Rogue and Gambit #1
Marvel Comics, January 2018
Writer: Kelly Thompson
Rogue and Gambit is a new comic book series from American publisher Marvel Comics. It focuses on two popular members of the mutant superhero team X-Men: first, Rogue, who has the power to absorb memories and abilities through skin contact (and who also has super strength and flight, as a result of permanently absorbing another superhero’s powers); and, second, Gambit, who has the power to charge objects with kinetic energy (which is usually utilized as exploding projectiles.)
Rogue and Gambit are popular as a romantic couple among fans, even though the two are:
a.) portrayed as no longer romantically linked; and
b.) have always had a rocky relationship plagued by practical problems (Rogue’s abilities make physical contact difficult, if not impossible), and emotional baggage. Perhaps the fact that the two cannot even kiss is a reason for the popularity of the two characters as a couple: the romance is chaste and sexually unattainable. When they have kissed, in years gone by (see the images below), the results have been catastrophic:
This issue wastes no time or pages in reminding people of this odd coupling. To its credit, this first issue also does a good job of setting up a plot which hearkens back to the 1990s (the heyday of both the X-Men comic and its Saturday morning cartoon adaptation). The X-Men have a training room called the Danger Room, which features hyper-realistic battle simulations. This story features a Danger Room training sequence featuring “old school” designs of the Sentinels (giant robots programmed to hunt down mutants), ending with an awkward moment.
There is also a mystery that involves a place called Ciudad Paraiso, which serves as a private retreat/resort for superpowered mutants. This mutant resort is also the place where the X-Men’s ridiculously superpowered monitor computer, called Cerebro, detected groups of mutants “winking out of existence” at the same time.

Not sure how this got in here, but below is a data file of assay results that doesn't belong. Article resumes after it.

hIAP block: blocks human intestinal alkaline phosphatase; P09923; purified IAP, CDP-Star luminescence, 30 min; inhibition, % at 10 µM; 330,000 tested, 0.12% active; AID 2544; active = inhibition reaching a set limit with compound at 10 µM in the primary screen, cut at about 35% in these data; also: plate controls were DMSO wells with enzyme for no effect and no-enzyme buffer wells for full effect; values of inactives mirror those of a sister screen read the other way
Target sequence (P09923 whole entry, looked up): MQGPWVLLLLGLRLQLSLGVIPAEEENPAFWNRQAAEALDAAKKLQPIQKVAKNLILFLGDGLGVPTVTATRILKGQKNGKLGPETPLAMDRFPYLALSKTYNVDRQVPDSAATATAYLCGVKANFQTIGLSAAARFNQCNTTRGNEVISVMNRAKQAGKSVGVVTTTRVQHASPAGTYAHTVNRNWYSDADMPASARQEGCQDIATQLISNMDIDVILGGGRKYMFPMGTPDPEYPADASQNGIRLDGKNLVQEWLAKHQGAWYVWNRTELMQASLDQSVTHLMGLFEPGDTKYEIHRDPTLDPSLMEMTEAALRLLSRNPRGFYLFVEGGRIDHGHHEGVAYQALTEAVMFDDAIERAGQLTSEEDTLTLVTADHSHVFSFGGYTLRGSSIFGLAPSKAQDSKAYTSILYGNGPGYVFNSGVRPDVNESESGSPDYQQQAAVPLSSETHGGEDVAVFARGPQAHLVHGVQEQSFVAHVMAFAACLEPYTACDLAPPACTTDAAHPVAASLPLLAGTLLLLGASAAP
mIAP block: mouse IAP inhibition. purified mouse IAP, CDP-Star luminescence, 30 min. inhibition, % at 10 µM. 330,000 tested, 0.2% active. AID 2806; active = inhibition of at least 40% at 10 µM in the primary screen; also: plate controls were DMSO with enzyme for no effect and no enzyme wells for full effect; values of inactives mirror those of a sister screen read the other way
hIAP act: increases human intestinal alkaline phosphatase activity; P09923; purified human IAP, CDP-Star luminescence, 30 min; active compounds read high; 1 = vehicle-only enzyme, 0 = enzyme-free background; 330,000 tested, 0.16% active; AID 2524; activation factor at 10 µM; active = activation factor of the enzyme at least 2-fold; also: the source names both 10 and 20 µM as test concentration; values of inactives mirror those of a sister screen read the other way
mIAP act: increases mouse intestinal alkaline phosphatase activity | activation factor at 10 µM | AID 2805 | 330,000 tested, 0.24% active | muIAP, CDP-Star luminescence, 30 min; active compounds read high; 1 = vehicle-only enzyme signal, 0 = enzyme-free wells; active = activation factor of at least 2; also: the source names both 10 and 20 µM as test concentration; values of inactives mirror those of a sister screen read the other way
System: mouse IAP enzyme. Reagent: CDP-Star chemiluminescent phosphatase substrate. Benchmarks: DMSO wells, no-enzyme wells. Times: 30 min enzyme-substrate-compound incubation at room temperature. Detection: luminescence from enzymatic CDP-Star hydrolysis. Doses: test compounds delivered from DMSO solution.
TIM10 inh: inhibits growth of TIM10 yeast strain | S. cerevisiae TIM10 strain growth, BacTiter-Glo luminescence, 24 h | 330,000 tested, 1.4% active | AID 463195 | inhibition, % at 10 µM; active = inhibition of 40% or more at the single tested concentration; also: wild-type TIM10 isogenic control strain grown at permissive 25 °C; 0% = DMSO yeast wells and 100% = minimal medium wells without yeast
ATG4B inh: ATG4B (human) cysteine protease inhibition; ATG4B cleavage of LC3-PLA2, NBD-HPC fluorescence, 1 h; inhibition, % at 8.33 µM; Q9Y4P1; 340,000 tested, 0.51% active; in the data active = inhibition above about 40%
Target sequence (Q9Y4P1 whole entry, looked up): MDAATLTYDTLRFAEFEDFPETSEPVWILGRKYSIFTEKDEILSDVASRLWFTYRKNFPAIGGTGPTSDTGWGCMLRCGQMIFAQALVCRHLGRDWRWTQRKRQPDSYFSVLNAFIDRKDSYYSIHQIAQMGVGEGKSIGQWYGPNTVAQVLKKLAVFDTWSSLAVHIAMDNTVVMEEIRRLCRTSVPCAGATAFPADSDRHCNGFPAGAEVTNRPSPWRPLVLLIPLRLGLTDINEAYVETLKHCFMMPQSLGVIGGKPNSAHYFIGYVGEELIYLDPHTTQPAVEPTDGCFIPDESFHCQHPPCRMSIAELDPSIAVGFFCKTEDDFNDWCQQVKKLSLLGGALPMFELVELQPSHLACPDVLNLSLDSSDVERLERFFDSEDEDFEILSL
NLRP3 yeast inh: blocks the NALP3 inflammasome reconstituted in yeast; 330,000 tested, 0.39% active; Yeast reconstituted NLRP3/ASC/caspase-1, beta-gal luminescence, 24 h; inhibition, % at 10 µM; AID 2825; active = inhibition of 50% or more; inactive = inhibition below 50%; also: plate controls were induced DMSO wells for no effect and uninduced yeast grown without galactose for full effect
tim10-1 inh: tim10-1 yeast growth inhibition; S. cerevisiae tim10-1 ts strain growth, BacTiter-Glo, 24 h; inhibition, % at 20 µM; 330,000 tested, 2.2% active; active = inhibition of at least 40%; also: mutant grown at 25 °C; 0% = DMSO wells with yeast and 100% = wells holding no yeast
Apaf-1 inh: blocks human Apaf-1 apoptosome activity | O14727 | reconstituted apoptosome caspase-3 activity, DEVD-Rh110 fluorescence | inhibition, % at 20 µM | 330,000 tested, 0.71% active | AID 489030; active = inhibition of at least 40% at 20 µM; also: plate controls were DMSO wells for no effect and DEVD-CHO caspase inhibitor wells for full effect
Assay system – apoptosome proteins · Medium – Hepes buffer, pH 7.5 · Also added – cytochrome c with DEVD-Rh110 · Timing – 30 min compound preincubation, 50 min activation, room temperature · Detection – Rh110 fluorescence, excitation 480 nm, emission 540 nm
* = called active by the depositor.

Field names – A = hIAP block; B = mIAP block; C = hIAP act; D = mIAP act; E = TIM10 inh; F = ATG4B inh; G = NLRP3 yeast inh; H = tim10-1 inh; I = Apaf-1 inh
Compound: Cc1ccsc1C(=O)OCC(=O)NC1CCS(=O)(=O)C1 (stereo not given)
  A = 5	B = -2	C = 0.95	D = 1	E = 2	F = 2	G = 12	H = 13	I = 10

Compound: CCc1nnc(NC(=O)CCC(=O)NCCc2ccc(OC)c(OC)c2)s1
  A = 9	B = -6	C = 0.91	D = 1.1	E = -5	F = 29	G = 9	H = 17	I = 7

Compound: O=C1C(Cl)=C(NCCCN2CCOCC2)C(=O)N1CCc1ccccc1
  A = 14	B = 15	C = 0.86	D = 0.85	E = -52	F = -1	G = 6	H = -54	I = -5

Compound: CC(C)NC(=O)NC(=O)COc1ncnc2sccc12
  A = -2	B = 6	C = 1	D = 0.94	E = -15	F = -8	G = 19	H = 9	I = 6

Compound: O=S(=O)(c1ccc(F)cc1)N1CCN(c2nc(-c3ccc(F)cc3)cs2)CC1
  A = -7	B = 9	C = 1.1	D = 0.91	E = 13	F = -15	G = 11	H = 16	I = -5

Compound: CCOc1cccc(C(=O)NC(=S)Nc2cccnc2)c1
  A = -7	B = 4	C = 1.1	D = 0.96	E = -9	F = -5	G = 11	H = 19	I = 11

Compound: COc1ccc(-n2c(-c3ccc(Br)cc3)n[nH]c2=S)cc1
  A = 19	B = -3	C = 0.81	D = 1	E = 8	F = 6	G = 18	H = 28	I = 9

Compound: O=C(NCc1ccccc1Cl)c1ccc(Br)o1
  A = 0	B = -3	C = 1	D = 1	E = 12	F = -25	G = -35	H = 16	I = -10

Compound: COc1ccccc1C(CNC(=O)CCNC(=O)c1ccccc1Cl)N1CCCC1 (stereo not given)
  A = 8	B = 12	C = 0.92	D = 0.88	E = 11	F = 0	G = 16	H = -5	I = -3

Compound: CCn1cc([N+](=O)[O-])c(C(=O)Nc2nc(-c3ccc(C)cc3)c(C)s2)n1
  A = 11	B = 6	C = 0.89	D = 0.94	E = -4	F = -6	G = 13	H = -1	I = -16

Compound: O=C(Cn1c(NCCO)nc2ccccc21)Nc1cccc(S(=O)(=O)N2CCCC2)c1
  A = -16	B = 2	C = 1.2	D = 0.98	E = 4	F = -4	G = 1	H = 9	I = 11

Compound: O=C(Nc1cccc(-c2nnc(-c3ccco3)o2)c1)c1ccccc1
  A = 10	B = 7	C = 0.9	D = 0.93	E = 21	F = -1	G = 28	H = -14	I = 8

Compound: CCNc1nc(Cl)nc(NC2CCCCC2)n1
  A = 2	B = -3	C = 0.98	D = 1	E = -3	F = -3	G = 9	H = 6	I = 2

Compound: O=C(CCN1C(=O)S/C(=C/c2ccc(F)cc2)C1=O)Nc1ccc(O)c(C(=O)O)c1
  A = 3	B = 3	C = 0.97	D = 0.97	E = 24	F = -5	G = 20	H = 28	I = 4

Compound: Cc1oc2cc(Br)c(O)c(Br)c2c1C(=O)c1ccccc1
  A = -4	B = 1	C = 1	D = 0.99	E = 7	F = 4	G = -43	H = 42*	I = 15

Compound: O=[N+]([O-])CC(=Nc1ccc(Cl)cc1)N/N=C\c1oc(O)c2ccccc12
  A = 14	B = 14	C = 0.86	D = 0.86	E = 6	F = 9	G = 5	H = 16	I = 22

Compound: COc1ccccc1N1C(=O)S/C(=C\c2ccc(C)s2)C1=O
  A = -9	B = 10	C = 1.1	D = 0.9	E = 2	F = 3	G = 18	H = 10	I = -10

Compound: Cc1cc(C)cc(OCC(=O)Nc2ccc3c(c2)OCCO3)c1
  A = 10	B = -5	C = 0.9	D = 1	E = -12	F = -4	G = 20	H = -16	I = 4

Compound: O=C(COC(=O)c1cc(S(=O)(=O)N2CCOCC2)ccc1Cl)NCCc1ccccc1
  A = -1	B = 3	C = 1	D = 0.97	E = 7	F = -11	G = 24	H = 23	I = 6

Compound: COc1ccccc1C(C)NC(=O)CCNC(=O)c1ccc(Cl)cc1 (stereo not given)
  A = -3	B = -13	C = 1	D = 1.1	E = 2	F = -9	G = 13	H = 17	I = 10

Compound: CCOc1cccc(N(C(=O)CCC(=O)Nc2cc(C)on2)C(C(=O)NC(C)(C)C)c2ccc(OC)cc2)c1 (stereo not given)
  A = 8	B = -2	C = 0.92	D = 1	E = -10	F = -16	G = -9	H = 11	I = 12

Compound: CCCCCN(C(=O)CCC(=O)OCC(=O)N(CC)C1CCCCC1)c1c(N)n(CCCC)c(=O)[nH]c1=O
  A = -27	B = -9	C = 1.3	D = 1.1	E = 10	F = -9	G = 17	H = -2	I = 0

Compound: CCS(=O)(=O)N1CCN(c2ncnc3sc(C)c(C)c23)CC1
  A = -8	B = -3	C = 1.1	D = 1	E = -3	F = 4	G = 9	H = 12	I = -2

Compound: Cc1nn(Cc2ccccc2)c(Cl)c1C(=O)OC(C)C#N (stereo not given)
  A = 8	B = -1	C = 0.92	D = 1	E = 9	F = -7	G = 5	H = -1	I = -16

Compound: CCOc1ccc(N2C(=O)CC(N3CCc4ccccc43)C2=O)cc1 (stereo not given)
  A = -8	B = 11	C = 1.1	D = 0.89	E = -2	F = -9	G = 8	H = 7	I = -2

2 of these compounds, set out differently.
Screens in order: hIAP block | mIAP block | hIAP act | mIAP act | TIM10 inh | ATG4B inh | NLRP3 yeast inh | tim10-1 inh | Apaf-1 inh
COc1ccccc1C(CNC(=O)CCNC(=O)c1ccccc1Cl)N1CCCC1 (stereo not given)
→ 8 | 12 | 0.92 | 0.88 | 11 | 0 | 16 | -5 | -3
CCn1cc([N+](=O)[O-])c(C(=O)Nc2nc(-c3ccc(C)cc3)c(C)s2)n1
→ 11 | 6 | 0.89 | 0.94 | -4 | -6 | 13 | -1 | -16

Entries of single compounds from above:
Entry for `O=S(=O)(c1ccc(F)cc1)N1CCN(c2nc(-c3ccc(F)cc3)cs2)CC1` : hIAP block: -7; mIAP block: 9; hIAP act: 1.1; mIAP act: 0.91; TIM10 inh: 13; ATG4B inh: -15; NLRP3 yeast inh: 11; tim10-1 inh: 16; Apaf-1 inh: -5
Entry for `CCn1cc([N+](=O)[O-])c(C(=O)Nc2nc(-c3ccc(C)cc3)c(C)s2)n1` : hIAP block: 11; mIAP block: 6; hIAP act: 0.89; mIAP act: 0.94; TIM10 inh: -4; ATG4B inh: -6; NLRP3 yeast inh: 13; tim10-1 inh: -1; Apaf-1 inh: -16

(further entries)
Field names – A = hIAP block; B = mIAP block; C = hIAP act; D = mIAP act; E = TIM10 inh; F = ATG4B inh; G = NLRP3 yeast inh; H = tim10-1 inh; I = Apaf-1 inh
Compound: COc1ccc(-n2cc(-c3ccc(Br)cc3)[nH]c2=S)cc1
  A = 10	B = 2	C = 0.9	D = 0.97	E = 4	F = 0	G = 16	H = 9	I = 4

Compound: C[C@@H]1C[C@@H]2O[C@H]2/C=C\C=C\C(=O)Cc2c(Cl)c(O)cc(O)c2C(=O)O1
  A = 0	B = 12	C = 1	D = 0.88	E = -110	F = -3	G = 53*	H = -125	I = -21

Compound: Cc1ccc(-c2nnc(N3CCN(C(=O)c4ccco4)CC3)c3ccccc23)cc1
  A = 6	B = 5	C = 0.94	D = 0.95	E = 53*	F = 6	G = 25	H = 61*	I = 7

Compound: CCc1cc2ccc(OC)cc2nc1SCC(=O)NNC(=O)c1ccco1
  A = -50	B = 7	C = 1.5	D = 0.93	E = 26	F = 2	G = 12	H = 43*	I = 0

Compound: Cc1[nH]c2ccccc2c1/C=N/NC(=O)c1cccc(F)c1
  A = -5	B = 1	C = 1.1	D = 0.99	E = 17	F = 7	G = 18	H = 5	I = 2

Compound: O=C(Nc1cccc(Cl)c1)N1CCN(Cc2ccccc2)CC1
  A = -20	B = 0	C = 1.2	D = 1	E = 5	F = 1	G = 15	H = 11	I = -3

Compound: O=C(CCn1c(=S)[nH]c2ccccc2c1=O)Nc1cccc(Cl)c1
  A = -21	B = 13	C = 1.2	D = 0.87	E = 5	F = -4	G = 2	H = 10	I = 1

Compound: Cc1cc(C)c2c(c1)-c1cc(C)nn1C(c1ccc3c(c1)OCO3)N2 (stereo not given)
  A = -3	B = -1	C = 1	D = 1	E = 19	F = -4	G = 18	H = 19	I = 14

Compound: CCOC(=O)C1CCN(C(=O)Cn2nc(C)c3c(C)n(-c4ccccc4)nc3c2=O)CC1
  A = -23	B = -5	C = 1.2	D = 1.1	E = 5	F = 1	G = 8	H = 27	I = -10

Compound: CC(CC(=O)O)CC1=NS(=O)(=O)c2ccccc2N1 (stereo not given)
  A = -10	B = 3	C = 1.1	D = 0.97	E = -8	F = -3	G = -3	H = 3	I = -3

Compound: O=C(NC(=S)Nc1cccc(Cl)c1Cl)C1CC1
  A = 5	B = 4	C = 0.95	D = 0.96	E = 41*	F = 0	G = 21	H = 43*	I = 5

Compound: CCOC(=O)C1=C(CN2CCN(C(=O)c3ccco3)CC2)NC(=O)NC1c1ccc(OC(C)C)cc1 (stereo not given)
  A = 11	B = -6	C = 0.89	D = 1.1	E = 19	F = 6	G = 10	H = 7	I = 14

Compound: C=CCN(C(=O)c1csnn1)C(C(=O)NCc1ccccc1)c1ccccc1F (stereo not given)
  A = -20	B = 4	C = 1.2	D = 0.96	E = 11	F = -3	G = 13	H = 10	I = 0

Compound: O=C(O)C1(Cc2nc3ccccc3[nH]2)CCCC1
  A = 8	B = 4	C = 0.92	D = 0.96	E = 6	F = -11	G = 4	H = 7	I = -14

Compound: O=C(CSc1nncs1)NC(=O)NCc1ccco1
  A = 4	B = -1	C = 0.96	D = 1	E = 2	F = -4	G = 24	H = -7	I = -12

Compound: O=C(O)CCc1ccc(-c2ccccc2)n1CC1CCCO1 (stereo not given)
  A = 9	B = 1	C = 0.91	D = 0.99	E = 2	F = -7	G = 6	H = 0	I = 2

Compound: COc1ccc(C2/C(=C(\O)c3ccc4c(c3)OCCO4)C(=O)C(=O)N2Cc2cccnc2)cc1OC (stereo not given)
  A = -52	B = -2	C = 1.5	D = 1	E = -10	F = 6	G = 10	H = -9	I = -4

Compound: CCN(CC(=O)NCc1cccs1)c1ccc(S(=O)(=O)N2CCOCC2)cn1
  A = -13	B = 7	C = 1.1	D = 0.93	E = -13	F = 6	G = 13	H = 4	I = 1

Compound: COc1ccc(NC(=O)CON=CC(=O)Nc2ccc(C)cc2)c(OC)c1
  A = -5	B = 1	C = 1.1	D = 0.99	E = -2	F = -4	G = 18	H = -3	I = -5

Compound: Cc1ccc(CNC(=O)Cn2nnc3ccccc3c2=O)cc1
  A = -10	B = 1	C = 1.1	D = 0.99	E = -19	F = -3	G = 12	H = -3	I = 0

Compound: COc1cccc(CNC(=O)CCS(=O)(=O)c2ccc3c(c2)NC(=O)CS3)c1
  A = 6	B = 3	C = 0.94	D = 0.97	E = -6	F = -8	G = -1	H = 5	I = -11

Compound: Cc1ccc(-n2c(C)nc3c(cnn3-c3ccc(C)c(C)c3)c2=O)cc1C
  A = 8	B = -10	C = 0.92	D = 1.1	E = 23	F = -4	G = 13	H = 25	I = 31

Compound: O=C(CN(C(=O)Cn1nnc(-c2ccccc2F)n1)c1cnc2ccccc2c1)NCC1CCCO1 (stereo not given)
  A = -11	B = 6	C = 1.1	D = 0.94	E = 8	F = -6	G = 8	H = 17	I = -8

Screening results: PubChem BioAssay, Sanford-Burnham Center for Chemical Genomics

Upon learning of this, the X-Men’s current leader/headmaster, Kitty Pryde, decides to send both Rogue and Gambit undercover as a mutant couple in need of rest and relaxation as a way of resolving their issues with each other. They do not need to pretend. There is some interesting character development that helps establish Kitty Pryde’s new role, and differentiates her from the more rigid, rulebound approaches of previous headmasters Professor X and Cyclops. The character jovially admits to abusing her authority in order to pass on the more awkward tasks to subordinates (Kitty Pryde and her former romantic partner Colossus could have easily taken on the mission themselves), something her predecessors would never have done.
There is also great characterisation when it comes to the scenes involving Rogue and Gambit. It perfectly establishes Gambit as the clingy ex-partner who disrespects women’s personal space. Gambit comes off as really unlikable, as it makes obvious why Rogue wants nothing to do with him. It is very respectable writing.
For aficionados of the superhero genre, there is not a lot of action outside of the short danger room sequence. But the exchanges between the different characters are engaging enough as they offer just the right amount of drama and humor. The story also makes great use of a nonlinear narrative structure in order to establish a rhythm of sorts: writer Kelly Thompson uses a flashback to describe the events that led to mutants disappearing, which is a plot springboard to Rogue and Gambit being assigned the mission. This is juxtaposed to quiet moments where the couple settle in and decide to enjoy their time in the mutant resort. And then the issue ends with a cliff-hanger in which Gambit and Rogue are captured.